# Is this puzzle solvable? Choose 6 five-letter words to get maximum score

I'm trying to avoid any disrespectful self promotion. However, a friend came up with a neat daily 5 letter word game (similar to Wordle and that style of game), I helped him code it into a playable web game.

The maximum score in the game is 25 points. You must provide 6 five letter words and each word locks a letter position of the word below it. Locked letters cannot be reused. Each unique letter is worth 1 point, the assigned letter (the letter locked from the previous word) is worth zero. The problem is that neither of us believe a perfect score is possible, even if you get to choose the letter locking spots, and the starting letter.

Given the less restrictive rules of choosing your own locked letter, can a perfect score be achieved with common language words?

Example Game: Bold letters are "locked" from word above.

A F T E R
C H O I R
S L A I N
M A V E N
P A V E S
B A G G Y

In this example game I've reused several letters, and the total unique letters (ABCEFGHILMNOPRSTVY) give me a score of 18. Is a perfect game possible?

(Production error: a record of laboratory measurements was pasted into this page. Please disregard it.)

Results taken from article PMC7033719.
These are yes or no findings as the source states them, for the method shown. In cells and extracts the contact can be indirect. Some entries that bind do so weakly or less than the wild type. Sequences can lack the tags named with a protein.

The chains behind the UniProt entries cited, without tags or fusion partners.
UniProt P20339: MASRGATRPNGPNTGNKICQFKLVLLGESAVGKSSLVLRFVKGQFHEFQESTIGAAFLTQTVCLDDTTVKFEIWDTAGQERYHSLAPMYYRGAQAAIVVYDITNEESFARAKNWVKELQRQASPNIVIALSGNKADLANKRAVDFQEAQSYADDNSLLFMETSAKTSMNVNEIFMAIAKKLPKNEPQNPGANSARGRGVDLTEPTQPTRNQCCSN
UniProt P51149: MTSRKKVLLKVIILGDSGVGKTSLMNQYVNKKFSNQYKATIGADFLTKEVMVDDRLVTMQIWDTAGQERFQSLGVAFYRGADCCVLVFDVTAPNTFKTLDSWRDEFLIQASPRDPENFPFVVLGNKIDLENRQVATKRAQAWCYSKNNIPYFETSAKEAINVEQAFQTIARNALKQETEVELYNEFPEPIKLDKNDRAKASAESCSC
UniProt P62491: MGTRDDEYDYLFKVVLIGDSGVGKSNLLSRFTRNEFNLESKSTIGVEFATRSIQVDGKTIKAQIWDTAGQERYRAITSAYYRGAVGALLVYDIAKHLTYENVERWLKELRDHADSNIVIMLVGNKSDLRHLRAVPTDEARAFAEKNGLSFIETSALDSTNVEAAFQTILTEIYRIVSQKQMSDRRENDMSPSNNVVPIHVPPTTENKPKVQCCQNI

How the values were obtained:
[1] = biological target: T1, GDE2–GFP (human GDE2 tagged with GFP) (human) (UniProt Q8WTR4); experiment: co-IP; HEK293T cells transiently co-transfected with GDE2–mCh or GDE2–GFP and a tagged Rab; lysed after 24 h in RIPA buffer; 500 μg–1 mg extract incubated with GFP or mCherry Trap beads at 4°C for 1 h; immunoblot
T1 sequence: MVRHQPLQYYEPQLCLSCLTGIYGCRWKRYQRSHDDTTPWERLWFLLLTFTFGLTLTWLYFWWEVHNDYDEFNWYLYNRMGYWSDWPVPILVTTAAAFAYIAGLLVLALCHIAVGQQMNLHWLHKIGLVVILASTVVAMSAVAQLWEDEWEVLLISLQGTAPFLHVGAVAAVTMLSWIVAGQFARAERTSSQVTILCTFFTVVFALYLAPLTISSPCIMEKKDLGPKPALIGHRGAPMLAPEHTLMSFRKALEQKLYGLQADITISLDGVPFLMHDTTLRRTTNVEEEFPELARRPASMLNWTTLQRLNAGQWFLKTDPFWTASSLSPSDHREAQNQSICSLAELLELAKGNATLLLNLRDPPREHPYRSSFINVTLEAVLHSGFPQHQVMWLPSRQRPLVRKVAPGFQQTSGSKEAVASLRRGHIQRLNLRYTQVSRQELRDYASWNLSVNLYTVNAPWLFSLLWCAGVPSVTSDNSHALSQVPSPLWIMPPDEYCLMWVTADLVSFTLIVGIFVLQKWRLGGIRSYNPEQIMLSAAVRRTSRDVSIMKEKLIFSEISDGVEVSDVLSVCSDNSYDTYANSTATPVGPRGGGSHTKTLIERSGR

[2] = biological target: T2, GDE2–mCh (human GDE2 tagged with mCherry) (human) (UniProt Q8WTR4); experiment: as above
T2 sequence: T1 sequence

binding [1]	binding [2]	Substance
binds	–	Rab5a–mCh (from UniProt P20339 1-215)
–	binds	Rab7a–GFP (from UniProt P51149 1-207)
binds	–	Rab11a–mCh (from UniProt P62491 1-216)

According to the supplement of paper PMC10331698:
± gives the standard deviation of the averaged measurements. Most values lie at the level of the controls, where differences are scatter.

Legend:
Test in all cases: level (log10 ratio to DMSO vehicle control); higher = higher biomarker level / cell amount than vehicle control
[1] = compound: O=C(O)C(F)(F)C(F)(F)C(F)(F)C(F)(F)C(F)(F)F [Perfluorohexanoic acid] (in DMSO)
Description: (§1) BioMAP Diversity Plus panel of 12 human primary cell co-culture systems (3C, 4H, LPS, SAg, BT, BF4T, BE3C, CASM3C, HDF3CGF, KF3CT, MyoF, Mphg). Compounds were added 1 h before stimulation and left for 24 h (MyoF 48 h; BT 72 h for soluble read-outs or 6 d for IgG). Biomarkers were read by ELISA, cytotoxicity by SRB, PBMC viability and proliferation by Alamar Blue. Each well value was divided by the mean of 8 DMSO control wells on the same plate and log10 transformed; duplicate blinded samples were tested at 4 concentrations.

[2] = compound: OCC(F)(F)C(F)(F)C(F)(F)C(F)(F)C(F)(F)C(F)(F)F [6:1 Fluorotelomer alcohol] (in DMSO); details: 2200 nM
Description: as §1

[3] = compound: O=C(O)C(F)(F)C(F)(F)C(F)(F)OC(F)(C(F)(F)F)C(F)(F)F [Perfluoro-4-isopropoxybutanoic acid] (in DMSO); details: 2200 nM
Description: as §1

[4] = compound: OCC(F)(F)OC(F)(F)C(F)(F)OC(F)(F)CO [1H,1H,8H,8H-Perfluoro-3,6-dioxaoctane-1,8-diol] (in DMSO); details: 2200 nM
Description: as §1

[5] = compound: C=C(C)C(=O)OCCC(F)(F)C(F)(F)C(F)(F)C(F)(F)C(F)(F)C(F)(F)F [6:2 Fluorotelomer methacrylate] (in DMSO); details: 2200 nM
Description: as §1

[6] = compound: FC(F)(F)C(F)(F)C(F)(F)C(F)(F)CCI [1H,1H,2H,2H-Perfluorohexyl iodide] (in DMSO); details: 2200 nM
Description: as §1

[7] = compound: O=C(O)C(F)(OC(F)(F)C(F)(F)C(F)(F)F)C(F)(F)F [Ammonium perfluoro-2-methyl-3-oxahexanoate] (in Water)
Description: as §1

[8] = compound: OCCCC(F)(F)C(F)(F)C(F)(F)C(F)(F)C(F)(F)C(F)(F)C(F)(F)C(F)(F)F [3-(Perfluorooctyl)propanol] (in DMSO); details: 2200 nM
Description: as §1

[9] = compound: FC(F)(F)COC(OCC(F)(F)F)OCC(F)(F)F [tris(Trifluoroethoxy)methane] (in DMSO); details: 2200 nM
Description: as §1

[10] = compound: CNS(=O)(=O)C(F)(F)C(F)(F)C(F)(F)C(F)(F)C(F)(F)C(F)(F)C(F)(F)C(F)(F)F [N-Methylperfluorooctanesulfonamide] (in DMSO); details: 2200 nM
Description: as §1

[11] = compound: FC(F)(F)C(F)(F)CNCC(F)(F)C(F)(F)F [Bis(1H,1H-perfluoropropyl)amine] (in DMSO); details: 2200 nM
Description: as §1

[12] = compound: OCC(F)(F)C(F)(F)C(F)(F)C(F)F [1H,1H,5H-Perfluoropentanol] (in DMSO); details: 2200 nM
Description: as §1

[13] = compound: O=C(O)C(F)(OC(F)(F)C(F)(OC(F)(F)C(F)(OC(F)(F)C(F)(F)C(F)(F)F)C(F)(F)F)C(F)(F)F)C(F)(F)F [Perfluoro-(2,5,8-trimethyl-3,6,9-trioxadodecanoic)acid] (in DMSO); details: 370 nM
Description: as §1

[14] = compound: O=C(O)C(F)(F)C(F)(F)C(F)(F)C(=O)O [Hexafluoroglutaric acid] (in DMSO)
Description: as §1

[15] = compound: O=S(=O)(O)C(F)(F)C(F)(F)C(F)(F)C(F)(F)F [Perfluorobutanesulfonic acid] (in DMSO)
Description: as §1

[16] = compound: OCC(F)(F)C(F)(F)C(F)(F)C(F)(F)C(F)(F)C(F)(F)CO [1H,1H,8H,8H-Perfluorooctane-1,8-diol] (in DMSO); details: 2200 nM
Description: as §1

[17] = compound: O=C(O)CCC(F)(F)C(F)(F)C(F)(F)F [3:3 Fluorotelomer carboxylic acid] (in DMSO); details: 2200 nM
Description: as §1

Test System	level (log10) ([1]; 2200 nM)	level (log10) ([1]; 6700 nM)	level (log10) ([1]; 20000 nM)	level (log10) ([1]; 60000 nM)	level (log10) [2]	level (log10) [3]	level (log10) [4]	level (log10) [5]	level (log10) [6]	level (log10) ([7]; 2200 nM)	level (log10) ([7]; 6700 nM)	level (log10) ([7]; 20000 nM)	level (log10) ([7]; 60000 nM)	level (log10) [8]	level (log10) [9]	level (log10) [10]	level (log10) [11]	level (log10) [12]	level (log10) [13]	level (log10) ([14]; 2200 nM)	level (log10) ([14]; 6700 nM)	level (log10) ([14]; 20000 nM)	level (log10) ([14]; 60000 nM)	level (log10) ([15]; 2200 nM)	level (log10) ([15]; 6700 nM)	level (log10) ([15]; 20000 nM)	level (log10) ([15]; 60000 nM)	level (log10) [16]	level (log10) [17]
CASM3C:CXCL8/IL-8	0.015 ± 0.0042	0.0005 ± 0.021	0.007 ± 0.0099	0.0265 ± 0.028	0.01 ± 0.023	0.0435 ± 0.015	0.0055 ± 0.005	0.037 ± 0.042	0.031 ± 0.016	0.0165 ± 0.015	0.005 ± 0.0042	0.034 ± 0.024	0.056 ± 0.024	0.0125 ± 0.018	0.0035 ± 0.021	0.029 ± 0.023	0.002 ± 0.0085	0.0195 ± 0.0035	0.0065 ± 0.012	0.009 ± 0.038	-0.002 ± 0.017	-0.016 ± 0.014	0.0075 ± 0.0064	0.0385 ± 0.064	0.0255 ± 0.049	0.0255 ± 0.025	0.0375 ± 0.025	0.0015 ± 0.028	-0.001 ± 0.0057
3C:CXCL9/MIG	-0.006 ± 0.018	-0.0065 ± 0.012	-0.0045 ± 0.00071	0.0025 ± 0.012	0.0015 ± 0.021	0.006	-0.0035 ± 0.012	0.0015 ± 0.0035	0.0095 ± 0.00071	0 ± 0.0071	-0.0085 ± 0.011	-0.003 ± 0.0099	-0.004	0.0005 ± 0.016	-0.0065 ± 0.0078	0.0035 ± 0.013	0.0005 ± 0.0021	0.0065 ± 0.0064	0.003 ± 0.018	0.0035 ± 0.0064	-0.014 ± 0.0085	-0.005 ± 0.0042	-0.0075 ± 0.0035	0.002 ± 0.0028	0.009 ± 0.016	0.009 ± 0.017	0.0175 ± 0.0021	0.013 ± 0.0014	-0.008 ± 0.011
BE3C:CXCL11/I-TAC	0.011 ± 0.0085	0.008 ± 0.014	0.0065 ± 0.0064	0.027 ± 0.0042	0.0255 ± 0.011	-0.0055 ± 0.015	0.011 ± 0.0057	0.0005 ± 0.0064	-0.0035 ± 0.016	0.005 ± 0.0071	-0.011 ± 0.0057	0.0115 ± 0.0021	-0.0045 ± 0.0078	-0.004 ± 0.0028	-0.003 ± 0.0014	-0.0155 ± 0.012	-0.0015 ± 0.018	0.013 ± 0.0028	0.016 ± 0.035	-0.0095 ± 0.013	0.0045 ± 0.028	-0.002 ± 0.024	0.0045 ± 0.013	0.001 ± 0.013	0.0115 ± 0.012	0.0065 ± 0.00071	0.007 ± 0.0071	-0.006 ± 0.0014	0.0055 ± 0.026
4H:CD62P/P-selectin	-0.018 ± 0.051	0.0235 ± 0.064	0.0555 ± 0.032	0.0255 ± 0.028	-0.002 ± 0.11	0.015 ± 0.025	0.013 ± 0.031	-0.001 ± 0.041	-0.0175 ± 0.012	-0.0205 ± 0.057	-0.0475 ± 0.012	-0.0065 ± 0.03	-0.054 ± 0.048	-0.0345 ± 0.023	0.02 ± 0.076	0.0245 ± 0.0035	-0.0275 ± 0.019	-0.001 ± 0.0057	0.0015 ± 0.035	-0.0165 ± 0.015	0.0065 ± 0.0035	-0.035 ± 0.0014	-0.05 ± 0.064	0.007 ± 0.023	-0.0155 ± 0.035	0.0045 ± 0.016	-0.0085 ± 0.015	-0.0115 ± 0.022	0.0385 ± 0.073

• "Locked letters cannot be reused." - What exactly does this mean? Does it mean that I cannot use an F ever after the initial word "AFTER"? Commented May 27 at 12:47
• How is 25 (the best possible score) achieved if each guess is a maximum of 4 points? 6 x 4 = 24 Commented May 27 at 12:49
• @LeppyR64 for here the locked letters bit doesn't matter as to get maximum score you have to use a new letter everytime. 25 is max as the first guess is 5 new letters, and then each guess after gives 4 new letters Commented May 27 at 12:52
• Can you clarify what "common language" dictionary you'd accept? This would help people who write programs for computer-assisted search, and prevent arguments over whether any given word is common enough. Commented May 27 at 14:59